After taking all these factors into consideration, I folded each page separately so that the bleed of each image was as close to the spine as possible. Instead of using the drill to punch in the holes, I used a binding needle to poke the holes. This was more tricky, however I did manage to get each hole exactly through the spine, which the woman suggested I would struggle with. I also put 5 holes instead of 3, as the book is a lot bigger and heavier as I have used a heavier stock. I then used a grey stitching to stitch the book. I cut it down using a knife, cutting mat and a ruler, which did make the book straight, however it left little curves where the knife couldn't cut straight as the stock was too thick. This is a shame, however it isn't too noticeable.
Tuesday, 10 November 2015
OUGD504 Binding the Publication (Studio Brief Three)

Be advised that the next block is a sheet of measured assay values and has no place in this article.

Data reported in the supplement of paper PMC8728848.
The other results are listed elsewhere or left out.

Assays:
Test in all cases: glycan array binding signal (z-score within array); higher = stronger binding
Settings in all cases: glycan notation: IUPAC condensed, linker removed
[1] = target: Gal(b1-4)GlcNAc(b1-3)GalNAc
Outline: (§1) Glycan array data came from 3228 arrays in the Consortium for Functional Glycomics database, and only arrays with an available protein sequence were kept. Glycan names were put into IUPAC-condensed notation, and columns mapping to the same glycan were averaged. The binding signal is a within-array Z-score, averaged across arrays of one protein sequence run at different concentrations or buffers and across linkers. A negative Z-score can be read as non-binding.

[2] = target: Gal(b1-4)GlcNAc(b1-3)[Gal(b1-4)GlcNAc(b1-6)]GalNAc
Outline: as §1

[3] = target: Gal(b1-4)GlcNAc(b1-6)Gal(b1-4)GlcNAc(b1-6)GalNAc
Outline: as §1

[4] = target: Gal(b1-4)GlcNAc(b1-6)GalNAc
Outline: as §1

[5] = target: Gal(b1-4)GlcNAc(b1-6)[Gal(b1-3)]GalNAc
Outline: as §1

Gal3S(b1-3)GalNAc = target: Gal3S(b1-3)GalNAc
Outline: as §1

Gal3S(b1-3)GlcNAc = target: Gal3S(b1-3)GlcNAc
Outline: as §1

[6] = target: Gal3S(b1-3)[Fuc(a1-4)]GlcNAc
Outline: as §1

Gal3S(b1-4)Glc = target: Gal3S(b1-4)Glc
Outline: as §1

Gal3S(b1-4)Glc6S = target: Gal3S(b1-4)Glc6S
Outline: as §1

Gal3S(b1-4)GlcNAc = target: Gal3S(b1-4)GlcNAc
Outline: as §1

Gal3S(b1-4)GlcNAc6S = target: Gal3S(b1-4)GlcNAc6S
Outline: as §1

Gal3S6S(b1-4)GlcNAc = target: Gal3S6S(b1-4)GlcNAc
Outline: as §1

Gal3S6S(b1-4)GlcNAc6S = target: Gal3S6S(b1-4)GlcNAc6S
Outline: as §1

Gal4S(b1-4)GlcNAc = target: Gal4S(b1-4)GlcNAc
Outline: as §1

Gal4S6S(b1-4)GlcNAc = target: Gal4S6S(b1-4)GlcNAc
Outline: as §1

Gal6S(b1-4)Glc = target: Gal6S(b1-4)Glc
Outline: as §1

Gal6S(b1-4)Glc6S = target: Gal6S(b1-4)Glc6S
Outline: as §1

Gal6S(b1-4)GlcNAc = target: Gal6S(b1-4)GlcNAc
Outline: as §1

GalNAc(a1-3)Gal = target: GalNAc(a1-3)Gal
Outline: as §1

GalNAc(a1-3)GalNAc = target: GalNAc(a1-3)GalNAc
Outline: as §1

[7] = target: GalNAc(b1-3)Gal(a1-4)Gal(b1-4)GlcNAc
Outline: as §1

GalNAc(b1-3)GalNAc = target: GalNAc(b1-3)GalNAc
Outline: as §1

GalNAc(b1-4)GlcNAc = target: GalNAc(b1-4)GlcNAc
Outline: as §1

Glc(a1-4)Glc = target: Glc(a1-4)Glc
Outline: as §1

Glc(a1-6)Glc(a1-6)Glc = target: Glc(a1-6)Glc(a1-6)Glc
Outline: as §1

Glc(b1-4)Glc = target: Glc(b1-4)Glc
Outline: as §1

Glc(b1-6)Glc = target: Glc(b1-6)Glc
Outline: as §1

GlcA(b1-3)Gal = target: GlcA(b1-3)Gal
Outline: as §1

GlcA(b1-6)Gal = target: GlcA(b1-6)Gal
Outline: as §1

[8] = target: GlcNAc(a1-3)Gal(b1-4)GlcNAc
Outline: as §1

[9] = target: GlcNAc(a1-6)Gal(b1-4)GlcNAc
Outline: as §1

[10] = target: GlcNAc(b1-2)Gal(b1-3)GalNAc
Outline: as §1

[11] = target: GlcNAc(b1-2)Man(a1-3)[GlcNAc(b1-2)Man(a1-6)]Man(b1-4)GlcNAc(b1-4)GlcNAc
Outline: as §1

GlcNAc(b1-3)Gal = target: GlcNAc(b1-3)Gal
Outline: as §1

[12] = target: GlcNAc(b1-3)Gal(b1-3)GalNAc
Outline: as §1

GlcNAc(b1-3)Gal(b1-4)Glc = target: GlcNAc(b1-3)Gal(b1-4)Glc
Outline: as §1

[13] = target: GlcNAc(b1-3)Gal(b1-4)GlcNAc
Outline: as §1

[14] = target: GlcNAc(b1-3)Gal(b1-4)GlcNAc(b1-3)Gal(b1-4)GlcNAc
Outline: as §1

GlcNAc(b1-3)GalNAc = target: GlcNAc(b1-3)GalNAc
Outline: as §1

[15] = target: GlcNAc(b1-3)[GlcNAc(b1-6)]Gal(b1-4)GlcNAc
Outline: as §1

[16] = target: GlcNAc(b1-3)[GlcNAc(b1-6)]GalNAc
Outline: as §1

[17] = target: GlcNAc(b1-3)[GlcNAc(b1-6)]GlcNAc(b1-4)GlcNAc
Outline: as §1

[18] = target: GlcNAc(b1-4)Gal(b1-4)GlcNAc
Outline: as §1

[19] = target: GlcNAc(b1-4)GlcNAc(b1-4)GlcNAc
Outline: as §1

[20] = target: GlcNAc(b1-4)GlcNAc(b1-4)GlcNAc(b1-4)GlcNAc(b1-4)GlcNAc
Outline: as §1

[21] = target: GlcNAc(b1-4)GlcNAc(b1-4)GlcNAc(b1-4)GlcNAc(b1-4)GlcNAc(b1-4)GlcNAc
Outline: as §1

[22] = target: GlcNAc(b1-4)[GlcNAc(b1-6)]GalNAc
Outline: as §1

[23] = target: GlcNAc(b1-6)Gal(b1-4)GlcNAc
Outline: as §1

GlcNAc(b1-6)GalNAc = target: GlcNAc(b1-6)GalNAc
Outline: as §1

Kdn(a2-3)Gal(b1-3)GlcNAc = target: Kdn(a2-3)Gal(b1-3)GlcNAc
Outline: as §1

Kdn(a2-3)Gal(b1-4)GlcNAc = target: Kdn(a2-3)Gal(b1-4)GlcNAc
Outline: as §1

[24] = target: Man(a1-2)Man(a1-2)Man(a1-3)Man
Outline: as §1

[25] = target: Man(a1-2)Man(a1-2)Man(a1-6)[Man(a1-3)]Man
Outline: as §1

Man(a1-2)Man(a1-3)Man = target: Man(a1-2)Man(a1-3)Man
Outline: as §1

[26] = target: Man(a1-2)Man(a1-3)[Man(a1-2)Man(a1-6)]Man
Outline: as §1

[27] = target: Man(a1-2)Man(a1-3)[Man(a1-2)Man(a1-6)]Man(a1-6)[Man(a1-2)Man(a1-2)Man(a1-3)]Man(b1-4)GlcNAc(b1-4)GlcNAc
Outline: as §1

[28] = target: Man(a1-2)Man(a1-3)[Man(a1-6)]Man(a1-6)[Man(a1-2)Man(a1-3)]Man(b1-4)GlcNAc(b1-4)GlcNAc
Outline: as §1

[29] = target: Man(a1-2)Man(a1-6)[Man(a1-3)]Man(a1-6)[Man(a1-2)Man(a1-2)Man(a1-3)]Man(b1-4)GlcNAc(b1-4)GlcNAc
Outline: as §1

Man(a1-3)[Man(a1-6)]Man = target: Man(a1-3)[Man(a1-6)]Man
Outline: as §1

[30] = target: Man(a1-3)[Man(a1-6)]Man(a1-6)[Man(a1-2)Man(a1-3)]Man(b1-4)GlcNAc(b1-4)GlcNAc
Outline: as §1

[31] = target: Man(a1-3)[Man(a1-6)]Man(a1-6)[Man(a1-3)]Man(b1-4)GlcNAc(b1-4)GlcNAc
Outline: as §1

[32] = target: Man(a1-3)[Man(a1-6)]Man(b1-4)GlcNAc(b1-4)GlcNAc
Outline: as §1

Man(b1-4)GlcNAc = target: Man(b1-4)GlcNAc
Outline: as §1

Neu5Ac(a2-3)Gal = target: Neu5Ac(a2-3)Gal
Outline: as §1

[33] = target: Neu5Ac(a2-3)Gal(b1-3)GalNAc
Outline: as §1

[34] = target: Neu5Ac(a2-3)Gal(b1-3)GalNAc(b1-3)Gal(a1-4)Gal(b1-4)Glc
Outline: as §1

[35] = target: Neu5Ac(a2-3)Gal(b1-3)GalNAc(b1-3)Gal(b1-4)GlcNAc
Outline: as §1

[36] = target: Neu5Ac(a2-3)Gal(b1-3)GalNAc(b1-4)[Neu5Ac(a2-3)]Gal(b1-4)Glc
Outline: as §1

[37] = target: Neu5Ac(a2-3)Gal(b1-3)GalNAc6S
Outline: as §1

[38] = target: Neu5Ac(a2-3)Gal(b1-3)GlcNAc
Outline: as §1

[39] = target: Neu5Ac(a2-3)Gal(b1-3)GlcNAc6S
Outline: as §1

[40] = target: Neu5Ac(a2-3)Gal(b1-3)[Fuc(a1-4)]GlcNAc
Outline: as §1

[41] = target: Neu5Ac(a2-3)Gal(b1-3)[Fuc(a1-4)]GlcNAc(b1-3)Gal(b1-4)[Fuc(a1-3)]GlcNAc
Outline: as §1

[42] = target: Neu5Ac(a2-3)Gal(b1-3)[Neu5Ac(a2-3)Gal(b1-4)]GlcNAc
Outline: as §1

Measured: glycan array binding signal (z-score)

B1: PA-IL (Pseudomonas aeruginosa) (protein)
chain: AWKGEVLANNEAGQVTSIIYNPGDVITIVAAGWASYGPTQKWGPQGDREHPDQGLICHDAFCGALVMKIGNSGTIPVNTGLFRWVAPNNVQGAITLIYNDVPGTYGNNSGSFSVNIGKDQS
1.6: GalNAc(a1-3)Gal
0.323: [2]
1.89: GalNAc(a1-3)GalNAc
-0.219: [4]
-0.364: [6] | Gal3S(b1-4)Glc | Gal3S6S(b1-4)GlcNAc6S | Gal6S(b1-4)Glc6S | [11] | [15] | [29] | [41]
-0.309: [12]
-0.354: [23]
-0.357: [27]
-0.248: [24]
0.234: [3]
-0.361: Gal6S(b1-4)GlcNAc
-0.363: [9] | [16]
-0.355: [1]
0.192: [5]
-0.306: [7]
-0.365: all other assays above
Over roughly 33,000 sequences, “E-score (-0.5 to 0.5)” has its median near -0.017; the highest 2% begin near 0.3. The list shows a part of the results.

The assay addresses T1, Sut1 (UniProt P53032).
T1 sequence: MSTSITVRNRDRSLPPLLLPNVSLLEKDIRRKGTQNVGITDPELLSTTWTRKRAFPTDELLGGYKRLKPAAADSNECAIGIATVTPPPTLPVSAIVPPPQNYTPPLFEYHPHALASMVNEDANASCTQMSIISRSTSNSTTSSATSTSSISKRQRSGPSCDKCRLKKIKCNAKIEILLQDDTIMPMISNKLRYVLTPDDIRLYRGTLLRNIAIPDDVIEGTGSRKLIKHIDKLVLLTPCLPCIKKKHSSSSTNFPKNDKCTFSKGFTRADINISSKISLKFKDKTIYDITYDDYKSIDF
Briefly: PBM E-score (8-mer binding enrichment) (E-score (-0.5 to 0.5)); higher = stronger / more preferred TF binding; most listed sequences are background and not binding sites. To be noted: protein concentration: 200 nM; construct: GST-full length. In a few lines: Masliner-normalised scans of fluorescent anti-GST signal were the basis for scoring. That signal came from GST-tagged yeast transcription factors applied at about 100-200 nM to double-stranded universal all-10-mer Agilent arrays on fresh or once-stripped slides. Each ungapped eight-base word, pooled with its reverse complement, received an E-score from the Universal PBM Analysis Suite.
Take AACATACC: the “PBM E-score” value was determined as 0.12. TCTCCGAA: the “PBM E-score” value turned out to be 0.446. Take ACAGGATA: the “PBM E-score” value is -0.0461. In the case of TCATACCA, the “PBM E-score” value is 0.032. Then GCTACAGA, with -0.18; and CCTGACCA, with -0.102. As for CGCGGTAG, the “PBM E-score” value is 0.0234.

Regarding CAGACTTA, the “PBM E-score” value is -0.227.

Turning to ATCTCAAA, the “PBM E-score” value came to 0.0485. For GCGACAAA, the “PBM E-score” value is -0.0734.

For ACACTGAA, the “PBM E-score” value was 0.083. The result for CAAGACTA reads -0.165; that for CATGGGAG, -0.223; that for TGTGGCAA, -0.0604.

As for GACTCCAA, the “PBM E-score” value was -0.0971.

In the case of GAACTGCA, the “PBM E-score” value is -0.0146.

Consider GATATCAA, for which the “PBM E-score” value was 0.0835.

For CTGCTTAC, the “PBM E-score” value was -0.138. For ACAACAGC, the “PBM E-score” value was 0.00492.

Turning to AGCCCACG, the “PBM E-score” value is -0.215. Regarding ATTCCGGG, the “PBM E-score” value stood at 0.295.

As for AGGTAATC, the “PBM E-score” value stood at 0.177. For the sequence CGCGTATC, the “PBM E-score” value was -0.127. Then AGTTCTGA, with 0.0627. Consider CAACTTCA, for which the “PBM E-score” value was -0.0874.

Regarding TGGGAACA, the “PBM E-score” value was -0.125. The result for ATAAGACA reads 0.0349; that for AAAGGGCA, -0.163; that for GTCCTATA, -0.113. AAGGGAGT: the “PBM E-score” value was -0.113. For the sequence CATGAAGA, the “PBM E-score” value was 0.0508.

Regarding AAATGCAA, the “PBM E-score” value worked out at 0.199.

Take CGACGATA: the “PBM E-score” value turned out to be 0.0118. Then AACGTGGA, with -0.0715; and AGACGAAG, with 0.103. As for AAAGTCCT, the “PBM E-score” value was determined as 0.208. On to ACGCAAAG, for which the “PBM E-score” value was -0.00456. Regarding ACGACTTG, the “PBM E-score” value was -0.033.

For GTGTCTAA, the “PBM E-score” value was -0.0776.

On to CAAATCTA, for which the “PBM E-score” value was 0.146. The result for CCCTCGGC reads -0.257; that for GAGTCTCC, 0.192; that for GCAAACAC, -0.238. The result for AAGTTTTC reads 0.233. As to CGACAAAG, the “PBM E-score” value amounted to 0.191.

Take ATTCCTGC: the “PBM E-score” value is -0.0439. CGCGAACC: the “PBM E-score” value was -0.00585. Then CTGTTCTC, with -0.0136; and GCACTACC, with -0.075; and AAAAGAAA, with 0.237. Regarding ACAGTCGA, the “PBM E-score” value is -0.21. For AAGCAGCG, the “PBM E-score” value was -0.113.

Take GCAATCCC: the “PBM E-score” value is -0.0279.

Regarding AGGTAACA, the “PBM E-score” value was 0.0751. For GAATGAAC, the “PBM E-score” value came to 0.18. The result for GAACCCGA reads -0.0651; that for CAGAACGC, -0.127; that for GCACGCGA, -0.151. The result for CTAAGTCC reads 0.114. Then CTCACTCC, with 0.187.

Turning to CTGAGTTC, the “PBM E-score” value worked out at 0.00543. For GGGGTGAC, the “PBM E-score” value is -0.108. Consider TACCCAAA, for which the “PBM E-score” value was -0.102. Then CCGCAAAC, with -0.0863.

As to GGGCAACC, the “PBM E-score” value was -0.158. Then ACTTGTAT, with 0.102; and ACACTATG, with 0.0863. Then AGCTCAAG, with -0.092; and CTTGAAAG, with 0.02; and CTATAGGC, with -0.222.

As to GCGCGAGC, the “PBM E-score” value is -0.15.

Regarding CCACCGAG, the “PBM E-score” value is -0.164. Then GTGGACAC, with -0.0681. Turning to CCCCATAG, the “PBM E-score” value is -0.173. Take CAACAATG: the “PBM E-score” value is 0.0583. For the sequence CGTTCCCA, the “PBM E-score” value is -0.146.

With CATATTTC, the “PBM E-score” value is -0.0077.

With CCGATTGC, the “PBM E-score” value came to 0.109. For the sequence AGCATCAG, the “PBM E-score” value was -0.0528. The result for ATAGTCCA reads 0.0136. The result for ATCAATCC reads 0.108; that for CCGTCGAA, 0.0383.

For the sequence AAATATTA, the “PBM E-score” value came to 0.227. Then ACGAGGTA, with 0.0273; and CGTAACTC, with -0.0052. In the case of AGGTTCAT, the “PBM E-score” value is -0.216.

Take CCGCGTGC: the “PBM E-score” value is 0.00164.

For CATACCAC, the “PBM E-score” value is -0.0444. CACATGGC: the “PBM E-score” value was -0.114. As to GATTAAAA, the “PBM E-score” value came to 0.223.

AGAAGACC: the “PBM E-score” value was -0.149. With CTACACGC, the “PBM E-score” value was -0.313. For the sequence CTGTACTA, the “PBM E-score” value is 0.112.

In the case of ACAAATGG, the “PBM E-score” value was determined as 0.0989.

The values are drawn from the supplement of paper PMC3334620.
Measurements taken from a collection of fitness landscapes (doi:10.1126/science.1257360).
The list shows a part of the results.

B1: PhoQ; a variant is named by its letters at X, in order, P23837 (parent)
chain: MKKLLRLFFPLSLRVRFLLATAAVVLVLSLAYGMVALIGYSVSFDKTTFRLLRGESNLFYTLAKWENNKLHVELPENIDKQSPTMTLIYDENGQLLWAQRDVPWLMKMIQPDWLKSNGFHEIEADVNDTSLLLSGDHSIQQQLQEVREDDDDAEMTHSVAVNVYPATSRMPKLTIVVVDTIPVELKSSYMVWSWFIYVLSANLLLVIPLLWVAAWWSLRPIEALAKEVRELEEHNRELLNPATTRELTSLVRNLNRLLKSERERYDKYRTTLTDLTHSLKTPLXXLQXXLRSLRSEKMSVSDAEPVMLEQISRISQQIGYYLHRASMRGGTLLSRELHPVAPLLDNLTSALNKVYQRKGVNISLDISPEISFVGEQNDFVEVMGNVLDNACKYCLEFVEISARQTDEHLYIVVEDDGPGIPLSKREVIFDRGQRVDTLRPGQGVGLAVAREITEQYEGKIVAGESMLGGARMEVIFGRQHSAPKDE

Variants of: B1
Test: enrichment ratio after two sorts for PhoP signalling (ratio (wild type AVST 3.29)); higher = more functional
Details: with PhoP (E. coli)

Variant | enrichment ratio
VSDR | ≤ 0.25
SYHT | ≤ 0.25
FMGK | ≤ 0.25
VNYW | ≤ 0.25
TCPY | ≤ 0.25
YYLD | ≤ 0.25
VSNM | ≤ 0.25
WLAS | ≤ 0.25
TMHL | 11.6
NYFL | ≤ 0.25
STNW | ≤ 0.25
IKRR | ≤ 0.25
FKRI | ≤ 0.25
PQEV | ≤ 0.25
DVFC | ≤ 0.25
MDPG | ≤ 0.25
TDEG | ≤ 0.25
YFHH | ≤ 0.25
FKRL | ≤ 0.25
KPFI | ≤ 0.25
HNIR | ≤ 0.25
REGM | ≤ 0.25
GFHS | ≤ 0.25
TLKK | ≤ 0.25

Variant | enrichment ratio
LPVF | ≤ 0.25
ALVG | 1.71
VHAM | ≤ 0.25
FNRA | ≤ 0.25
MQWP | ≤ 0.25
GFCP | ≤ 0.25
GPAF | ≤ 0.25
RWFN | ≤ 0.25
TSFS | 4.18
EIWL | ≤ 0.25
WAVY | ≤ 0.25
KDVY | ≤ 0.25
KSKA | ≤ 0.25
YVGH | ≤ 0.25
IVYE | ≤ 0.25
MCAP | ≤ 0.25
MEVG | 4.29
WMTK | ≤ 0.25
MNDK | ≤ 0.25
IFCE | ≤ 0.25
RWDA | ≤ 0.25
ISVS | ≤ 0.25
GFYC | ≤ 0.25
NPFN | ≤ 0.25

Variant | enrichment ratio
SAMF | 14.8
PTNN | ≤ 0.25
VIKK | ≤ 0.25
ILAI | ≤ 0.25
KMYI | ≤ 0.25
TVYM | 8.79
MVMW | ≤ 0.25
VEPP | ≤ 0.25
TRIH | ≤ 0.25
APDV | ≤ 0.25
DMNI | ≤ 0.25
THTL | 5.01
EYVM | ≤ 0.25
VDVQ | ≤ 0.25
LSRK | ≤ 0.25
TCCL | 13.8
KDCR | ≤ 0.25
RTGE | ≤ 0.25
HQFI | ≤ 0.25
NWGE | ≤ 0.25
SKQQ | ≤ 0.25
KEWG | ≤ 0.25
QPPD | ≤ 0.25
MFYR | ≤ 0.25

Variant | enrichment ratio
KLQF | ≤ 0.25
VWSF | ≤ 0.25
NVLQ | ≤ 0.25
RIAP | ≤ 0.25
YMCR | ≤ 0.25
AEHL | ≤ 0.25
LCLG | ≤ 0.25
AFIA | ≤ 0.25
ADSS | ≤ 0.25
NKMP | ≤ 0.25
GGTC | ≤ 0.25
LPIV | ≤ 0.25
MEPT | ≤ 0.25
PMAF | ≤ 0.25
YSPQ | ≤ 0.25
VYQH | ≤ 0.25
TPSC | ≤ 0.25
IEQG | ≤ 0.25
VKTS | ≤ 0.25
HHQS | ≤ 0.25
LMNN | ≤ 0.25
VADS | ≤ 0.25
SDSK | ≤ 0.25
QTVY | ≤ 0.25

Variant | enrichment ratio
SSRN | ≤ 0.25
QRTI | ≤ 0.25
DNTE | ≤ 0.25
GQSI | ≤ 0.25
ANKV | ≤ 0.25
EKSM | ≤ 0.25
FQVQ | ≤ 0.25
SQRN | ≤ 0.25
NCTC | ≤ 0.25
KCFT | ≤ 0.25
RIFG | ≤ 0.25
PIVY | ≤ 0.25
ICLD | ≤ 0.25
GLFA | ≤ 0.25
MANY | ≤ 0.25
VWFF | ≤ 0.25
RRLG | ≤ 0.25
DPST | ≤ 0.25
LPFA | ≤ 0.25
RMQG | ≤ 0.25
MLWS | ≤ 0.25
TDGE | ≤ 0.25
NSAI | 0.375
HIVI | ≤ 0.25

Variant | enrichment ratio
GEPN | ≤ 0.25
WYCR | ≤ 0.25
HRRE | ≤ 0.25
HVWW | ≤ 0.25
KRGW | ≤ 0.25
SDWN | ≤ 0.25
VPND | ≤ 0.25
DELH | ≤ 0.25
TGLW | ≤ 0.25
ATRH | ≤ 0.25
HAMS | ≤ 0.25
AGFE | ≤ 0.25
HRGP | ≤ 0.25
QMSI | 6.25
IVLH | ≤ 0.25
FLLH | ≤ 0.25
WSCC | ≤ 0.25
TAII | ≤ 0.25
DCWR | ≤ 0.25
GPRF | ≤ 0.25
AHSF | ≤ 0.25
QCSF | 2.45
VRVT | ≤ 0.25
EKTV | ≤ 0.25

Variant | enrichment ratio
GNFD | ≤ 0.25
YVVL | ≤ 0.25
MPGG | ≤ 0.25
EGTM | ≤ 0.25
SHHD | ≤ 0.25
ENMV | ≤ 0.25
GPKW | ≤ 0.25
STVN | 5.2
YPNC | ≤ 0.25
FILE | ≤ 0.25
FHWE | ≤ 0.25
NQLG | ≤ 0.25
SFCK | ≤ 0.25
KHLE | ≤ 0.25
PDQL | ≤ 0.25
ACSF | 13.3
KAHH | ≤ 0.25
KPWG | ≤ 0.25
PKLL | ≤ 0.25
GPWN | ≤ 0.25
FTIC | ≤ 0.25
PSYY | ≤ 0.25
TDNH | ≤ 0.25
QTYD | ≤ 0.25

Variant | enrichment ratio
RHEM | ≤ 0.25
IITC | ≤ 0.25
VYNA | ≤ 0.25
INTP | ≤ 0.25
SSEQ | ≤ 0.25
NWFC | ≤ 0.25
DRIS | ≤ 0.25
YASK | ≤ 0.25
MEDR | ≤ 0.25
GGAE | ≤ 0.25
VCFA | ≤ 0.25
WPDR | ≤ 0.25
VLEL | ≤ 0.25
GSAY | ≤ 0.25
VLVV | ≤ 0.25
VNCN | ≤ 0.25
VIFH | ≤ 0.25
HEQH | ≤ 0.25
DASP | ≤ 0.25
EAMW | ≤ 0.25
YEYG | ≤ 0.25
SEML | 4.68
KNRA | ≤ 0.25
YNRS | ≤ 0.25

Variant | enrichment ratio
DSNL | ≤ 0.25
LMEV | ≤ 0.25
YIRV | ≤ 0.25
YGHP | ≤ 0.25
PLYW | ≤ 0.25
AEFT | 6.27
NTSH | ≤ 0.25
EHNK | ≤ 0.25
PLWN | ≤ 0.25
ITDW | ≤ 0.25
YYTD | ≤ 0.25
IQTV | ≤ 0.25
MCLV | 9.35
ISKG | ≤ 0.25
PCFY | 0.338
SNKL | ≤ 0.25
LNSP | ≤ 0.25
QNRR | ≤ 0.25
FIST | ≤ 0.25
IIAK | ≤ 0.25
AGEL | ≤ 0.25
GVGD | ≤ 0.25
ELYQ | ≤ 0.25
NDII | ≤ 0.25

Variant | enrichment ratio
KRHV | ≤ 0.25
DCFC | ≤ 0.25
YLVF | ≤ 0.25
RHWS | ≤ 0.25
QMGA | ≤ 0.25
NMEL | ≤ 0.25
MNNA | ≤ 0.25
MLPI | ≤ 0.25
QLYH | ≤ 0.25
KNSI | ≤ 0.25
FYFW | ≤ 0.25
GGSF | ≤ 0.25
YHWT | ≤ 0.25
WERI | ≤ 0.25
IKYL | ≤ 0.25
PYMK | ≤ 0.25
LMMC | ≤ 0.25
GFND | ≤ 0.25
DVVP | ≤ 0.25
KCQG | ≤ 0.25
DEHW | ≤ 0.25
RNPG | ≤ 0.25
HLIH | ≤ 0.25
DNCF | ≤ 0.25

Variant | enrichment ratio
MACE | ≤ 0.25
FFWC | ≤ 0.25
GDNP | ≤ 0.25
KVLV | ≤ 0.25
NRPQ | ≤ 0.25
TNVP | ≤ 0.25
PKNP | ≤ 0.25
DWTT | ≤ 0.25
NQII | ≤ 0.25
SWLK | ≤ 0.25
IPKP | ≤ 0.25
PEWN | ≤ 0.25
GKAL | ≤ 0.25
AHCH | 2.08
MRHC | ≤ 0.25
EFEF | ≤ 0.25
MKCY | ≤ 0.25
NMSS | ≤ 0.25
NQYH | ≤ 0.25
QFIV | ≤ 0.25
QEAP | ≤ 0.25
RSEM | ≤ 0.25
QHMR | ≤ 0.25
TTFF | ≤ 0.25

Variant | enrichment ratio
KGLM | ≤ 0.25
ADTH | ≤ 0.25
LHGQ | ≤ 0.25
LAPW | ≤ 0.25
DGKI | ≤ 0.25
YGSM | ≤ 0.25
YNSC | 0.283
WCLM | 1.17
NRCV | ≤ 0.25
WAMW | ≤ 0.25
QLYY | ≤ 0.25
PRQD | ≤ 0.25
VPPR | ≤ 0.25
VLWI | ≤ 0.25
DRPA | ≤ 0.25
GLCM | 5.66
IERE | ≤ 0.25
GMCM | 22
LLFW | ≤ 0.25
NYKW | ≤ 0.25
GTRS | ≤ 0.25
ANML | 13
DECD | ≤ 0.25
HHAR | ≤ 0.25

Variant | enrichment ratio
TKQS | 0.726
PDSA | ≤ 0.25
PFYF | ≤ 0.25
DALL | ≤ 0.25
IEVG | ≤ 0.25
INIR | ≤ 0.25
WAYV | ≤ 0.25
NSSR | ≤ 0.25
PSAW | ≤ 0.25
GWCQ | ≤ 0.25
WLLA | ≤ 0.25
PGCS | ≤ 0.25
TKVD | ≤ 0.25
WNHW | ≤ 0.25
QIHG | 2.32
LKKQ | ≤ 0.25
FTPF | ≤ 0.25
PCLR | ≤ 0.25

As previously stated, the binding method is a saddle stitch. This is a very simple stitch, which means it can be produced easily for commercial use. Before creating holes in my final publication, I decided to print a mock up so that I could see if I needed to change the method slightly so it could work more effectively. This is my mock up. I had followed the instructions on the board, which stated that all the pages must be folded at once, all together. I found that this method made my photographs not central, and therefore the full bleed of the images was unsuccessful as it was chopped off slightly to the right hand side. I also tied the stitch on the inside, which I decided I didn't want for my final publication as it distracted from the bleed of the image and made it even more obvious that it wasn't perfect. I cut this mock up down in the professional cutter, which was unsuccessful as it's very slightly not cut perfectly straight. I asked the lady working on her own book how I would solve this, and she suggested that I trim my final publication with a carving knife and a ruler and use the cutting board as a more precise guide.